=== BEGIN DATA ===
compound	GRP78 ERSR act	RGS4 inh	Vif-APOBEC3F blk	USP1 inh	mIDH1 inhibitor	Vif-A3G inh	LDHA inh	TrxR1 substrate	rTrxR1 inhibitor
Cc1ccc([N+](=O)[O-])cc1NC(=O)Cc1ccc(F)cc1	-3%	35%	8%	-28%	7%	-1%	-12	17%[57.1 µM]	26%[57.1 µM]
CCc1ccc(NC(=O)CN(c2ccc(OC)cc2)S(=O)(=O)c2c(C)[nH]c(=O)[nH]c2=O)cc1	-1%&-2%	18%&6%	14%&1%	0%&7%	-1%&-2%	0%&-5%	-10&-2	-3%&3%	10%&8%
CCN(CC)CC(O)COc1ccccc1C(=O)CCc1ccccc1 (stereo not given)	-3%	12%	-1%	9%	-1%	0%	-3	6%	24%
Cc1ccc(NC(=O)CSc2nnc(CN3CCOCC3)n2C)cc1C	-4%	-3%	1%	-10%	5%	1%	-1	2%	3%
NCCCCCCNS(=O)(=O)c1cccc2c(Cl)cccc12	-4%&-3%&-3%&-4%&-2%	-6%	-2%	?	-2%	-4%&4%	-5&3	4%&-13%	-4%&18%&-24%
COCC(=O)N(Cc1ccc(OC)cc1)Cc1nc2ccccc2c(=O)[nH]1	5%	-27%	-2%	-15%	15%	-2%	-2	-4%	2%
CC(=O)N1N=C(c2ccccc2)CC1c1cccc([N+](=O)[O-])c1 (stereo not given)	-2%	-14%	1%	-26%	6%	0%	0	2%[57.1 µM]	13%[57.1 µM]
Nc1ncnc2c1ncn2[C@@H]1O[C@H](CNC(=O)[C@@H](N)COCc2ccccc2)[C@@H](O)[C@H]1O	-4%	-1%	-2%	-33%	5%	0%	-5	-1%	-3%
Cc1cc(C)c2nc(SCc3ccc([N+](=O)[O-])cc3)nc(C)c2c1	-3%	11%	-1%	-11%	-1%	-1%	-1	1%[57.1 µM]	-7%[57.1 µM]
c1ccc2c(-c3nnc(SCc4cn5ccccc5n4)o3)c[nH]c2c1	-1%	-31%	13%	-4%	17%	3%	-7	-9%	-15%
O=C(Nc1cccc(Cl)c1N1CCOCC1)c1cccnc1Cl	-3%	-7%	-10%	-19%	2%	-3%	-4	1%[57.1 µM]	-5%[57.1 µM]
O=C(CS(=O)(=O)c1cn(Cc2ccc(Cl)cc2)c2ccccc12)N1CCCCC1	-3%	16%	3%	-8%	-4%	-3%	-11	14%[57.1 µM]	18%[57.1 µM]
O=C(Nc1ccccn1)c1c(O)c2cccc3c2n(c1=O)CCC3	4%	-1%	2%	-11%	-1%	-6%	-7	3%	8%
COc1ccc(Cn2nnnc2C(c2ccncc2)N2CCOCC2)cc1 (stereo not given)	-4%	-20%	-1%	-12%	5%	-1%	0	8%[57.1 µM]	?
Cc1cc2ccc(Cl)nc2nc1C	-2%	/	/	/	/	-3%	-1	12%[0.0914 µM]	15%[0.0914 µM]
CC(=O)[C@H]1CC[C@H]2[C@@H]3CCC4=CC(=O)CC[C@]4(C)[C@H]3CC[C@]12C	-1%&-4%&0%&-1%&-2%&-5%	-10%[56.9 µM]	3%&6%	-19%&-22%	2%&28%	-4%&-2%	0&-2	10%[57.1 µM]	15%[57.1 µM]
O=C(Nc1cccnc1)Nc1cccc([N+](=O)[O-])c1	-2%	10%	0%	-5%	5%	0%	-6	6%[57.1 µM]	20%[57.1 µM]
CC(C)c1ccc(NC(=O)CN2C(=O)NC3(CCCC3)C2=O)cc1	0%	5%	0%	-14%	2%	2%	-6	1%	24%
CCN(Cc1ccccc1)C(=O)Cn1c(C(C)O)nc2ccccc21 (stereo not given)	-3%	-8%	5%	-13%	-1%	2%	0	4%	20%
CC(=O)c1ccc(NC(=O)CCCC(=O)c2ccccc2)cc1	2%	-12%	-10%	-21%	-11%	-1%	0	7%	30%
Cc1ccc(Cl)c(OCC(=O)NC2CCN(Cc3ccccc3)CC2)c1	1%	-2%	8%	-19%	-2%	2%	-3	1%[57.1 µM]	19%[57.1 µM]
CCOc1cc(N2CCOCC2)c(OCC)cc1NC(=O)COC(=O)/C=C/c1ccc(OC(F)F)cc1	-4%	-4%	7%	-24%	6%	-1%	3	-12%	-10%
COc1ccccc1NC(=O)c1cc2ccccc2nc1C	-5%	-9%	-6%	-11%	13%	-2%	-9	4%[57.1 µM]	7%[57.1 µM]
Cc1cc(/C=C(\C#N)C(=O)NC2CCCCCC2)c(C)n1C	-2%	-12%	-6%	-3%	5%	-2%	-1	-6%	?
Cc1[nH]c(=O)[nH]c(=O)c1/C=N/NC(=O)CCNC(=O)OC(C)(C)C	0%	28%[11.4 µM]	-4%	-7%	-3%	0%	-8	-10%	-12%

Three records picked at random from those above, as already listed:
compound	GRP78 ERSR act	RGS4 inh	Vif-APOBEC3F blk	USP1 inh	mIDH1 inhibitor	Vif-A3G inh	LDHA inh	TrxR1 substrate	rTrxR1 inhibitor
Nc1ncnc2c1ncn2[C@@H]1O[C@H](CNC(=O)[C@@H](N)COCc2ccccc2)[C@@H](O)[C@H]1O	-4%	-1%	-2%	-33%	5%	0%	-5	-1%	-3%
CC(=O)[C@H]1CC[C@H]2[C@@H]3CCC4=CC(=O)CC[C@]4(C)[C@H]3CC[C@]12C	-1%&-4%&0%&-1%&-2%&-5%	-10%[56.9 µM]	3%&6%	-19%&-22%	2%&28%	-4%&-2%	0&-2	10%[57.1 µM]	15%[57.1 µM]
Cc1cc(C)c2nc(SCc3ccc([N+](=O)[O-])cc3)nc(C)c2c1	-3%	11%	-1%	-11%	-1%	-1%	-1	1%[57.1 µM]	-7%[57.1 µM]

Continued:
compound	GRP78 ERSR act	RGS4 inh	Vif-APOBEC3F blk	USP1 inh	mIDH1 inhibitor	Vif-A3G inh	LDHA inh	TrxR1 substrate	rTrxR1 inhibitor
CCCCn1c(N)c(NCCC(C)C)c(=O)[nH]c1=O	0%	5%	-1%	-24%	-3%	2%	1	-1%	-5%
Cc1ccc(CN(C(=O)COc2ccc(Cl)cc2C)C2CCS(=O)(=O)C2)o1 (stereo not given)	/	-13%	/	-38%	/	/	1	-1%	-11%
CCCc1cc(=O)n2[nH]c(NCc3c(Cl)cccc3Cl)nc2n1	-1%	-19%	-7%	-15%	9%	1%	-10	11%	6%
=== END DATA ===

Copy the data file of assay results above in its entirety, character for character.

compound	GRP78 ERSR act	RGS4 inh	Vif-APOBEC3F blk	USP1 inh	mIDH1 inhibitor	Vif-A3G inh	LDHA inh	TrxR1 substrate	rTrxR1 inhibitor
Cc1ccc([N+](=O)[O-])cc1NC(=O)Cc1ccc(F)cc1	-3%	35%	8%	-28%	7%	-1%	-12	17%[57.1 µM]	26%[57.1 µM]
CCc1ccc(NC(=O)CN(c2ccc(OC)cc2)S(=O)(=O)c2c(C)[nH]c(=O)[nH]c2=O)cc1	-1%&-2%	18%&6%	14%&1%	0%&7%	-1%&-2%	0%&-5%	-10&-2	-3%&3%	10%&8%
CCN(CC)CC(O)COc1ccccc1C(=O)CCc1ccccc1 (stereo not given)	-3%	12%	-1%	9%	-1%	0%	-3	6%	24%
Cc1ccc(NC(=O)CSc2nnc(CN3CCOCC3)n2C)cc1C	-4%	-3%	1%	-10%	5%	1%	-1	2%	3%
NCCCCCCNS(=O)(=O)c1cccc2c(Cl)cccc12	-4%&-3%&-3%&-4%&-2%	-6%	-2%	?	-2%	-4%&4%	-5&3	4%&-13%	-4%&18%&-24%
COCC(=O)N(Cc1ccc(OC)cc1)Cc1nc2ccccc2c(=O)[nH]1	5%	-27%	-2%	-15%	15%	-2%	-2	-4%	2%
CC(=O)N1N=C(c2ccccc2)CC1c1cccc([N+](=O)[O-])c1 (stereo not given)	-2%	-14%	1%	-26%	6%	0%	0	2%[57.1 µM]	13%[57.1 µM]
Nc1ncnc2c1ncn2[C@@H]1O[C@H](CNC(=O)[C@@H](N)COCc2ccccc2)[C@@H](O)[C@H]1O	-4%	-1%	-2%	-33%	5%	0%	-5	-1%	-3%
Cc1cc(C)c2nc(SCc3ccc([N+](=O)[O-])cc3)nc(C)c2c1	-3%	11%	-1%	-11%	-1%	-1%	-1	1%[57.1 µM]	-7%[57.1 µM]
c1ccc2c(-c3nnc(SCc4cn5ccccc5n4)o3)c[nH]c2c1	-1%	-31%	13%	-4%	17%	3%	-7	-9%	-15%
O=C(Nc1cccc(Cl)c1N1CCOCC1)c1cccnc1Cl	-3%	-7%	-10%	-19%	2%	-3%	-4	1%[57.1 µM]	-5%[57.1 µM]
O=C(CS(=O)(=O)c1cn(Cc2ccc(Cl)cc2)c2ccccc12)N1CCCCC1	-3%	16%	3%	-8%	-4%	-3%	-11	14%[57.1 µM]	18%[57.1 µM]
O=C(Nc1ccccn1)c1c(O)c2cccc3c2n(c1=O)CCC3	4%	-1%	2%	-11%	-1%	-6%	-7	3%	8%
COc1ccc(Cn2nnnc2C(c2ccncc2)N2CCOCC2)cc1 (stereo not given)	-4%	-20%	-1%	-12%	5%	-1%	0	8%[57.1 µM]	?
Cc1cc2ccc(Cl)nc2nc1C	-2%	/	/	/	/	-3%	-1	12%[0.0914 µM]	15%[0.0914 µM]
CC(=O)[C@H]1CC[C@H]2[C@@H]3CCC4=CC(=O)CC[C@]4(C)[C@H]3CC[C@]12C	-1%&-4%&0%&-1%&-2%&-5%	-10%[56.9 µM]	3%&6%	-19%&-22%	2%&28%	-4%&-2%	0&-2	10%[57.1 µM]	15%[57.1 µM]
O=C(Nc1cccnc1)Nc1cccc([N+](=O)[O-])c1	-2%	10%	0%	-5%	5%	0%	-6	6%[57.1 µM]	20%[57.1 µM]
CC(C)c1ccc(NC(=O)CN2C(=O)NC3(CCCC3)C2=O)cc1	0%	5%	0%	-14%	2%	2%	-6	1%	24%
CCN(Cc1ccccc1)C(=O)Cn1c(C(C)O)nc2ccccc21 (stereo not given)	-3%	-8%	5%	-13%	-1%	2%	0	4%	20%
CC(=O)c1ccc(NC(=O)CCCC(=O)c2ccccc2)cc1	2%	-12%	-10%	-21%	-11%	-1%	0	7%	30%
Cc1ccc(Cl)c(OCC(=O)NC2CCN(Cc3ccccc3)CC2)c1	1%	-2%	8%	-19%	-2%	2%	-3	1%[57.1 µM]	19%[57.1 µM]
CCOc1cc(N2CCOCC2)c(OCC)cc1NC(=O)COC(=O)/C=C/c1ccc(OC(F)F)cc1	-4%	-4%	7%	-24%	6%	-1%	3	-12%	-10%
COc1ccccc1NC(=O)c1cc2ccccc2nc1C	-5%	-9%	-6%	-11%	13%	-2%	-9	4%[57.1 µM]	7%[57.1 µM]
Cc1cc(/C=C(\C#N)C(=O)NC2CCCCCC2)c(C)n1C	-2%	-12%	-6%	-3%	5%	-2%	-1	-6%	?
Cc1[nH]c(=O)[nH]c(=O)c1/C=N/NC(=O)CCNC(=O)OC(C)(C)C	0%	28%[11.4 µM]	-4%	-7%	-3%	0%	-8	-10%	-12%

Three records picked at random from those above, as already listed:
compound	GRP78 ERSR act	RGS4 inh	Vif-APOBEC3F blk	USP1 inh	mIDH1 inhibitor	Vif-A3G inh	LDHA inh	TrxR1 substrate	rTrxR1 inhibitor
Nc1ncnc2c1ncn2[C@@H]1O[C@H](CNC(=O)[C@@H](N)COCc2ccccc2)[C@@H](O)[C@H]1O	-4%	-1%	-2%	-33%	5%	0%	-5	-1%	-3%
CC(=O)[C@H]1CC[C@H]2[C@@H]3CCC4=CC(=O)CC[C@]4(C)[C@H]3CC[C@]12C	-1%&-4%&0%&-1%&-2%&-5%	-10%[56.9 µM]	3%&6%	-19%&-22%	2%&28%	-4%&-2%	0&-2	10%[57.1 µM]	15%[57.1 µM]
Cc1cc(C)c2nc(SCc3ccc([N+](=O)[O-])cc3)nc(C)c2c1	-3%	11%	-1%	-11%	-1%	-1%	-1	1%[57.1 µM]	-7%[57.1 µM]

Continued:
compound	GRP78 ERSR act	RGS4 inh	Vif-APOBEC3F blk	USP1 inh	mIDH1 inhibitor	Vif-A3G inh	LDHA inh	TrxR1 substrate	rTrxR1 inhibitor
CCCCn1c(N)c(NCCC(C)C)c(=O)[nH]c1=O	0%	5%	-1%	-24%	-3%	2%	1	-1%	-5%
Cc1ccc(CN(C(=O)COc2ccc(Cl)cc2C)C2CCS(=O)(=O)C2)o1 (stereo not given)	/	-13%	/	-38%	/	/	1	-1%	-11%
CCCc1cc(=O)n2[nH]c(NCc3c(Cl)cccc3Cl)nc2n1	-1%	-19%	-7%	-15%	9%	1%	-10	11%	6%